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Historical Glossary: Lift-Slab Construction

This method of building construction was first used in North America for an administrative and classroom structure at Trinity College (now Trinity University) in San Antonio, Texas, and for the second time for the Saigon Apartment Block in Winnipeg.

It involves the construction of a concrete foundation and the pouring of a base concrete slab. A second and subsequent floor slabs (and roof) are then poured on the base slab, allowed to set, then raised into position by hydraulic lifting equipment. An advantage of the system is in cost savings through elimination of costly construction materials. All floors and roof are built at ground level, reducing the potential hazard for construction workers.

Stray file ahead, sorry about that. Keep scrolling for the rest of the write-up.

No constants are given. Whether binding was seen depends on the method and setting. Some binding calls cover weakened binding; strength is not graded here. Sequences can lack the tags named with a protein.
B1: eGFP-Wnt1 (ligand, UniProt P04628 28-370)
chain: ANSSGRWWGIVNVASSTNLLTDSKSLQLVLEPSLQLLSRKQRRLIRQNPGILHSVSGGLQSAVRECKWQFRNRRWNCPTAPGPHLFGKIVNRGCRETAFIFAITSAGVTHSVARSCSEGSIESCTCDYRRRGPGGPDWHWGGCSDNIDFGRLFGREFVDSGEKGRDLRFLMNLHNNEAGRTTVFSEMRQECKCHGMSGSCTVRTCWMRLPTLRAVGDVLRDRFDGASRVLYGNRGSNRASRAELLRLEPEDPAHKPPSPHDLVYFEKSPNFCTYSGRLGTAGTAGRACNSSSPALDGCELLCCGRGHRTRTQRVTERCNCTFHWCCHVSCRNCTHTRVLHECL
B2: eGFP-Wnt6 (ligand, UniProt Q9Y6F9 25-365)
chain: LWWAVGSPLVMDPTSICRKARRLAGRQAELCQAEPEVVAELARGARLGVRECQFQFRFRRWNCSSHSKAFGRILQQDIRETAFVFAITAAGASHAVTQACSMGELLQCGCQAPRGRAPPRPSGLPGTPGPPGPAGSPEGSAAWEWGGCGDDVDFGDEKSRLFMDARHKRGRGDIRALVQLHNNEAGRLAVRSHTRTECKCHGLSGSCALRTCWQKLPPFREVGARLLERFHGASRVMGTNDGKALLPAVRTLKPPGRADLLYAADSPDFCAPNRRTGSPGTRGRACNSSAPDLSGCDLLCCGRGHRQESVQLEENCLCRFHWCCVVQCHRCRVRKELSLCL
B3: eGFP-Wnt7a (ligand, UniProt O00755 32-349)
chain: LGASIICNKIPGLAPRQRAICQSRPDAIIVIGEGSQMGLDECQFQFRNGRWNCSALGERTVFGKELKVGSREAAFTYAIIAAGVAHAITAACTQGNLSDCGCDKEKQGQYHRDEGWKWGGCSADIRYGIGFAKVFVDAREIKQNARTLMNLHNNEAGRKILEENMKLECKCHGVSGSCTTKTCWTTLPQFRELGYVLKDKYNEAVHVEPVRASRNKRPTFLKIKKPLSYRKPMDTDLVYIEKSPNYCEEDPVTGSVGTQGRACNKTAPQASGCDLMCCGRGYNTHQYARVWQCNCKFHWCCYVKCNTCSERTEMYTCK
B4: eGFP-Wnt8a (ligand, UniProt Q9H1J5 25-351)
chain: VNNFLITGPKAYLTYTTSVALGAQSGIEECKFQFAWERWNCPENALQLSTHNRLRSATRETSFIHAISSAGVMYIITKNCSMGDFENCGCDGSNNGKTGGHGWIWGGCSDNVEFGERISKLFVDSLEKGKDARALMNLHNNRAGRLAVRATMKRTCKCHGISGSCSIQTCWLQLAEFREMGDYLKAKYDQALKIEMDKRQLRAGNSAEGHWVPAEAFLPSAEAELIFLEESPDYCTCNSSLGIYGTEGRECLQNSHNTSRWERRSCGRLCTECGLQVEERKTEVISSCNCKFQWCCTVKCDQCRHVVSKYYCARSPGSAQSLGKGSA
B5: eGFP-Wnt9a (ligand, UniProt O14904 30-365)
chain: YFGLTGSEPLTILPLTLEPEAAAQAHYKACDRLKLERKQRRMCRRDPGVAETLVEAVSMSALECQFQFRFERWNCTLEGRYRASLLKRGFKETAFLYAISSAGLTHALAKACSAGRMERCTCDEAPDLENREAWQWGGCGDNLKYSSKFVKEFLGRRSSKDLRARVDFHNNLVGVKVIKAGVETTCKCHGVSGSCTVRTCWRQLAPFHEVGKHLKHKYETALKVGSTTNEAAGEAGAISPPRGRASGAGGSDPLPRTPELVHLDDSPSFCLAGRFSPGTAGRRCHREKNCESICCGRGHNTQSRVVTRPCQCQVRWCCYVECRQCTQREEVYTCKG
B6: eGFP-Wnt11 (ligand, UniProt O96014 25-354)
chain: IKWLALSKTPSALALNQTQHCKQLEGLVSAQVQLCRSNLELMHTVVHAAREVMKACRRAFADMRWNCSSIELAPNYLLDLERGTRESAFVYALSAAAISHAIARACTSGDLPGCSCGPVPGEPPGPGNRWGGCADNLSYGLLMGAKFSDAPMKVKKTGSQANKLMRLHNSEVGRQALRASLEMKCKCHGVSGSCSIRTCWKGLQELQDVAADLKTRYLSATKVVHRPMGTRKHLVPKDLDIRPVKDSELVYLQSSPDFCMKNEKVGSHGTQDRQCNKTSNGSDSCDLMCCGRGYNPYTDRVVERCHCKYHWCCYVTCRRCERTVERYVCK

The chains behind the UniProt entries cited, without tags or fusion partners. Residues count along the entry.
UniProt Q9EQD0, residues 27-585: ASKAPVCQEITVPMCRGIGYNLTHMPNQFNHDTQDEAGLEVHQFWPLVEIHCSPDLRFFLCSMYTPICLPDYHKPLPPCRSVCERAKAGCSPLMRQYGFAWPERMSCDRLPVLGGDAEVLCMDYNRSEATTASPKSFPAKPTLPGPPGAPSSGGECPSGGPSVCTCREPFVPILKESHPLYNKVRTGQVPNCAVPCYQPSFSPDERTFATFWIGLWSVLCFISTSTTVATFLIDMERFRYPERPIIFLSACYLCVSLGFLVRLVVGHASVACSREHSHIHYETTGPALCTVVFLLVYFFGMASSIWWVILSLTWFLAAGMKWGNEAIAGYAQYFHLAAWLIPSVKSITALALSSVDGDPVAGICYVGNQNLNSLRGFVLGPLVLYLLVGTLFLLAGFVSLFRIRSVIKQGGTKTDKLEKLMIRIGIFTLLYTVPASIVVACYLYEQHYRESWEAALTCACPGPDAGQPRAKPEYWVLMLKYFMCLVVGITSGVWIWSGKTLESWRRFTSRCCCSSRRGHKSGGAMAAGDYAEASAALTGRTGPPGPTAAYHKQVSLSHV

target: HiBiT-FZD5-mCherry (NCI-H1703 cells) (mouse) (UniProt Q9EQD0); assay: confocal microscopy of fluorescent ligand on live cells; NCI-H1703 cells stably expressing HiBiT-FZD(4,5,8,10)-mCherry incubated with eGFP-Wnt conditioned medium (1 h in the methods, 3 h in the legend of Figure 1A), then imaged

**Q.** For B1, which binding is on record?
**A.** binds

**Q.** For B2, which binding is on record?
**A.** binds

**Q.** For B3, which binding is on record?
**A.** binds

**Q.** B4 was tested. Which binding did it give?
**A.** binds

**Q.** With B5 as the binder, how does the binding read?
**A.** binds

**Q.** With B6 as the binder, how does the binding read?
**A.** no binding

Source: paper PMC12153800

See also:

Memorable Manitobans: Frank Reade Lount (1890-1976)

Historic Sites of Manitoba: Saigon Apartments (51 Roslyn Road, Winnipeg)


“Lift-slab building method weird but advantageous,” Winnipeg Free Press, 20 November 1951, page 6.

“Apartment’s second floor rises - really,” Winnipeg Free Press, 7 December 1951, page 29.

This page was prepared by Gordon Goldsborough.

Page revised: 6 January 2023

This is a glossary of historical terms developed by the Manitoba Historical Society.
To suggest other terms for addition to the glossary, please contact the MHS Webmaster.

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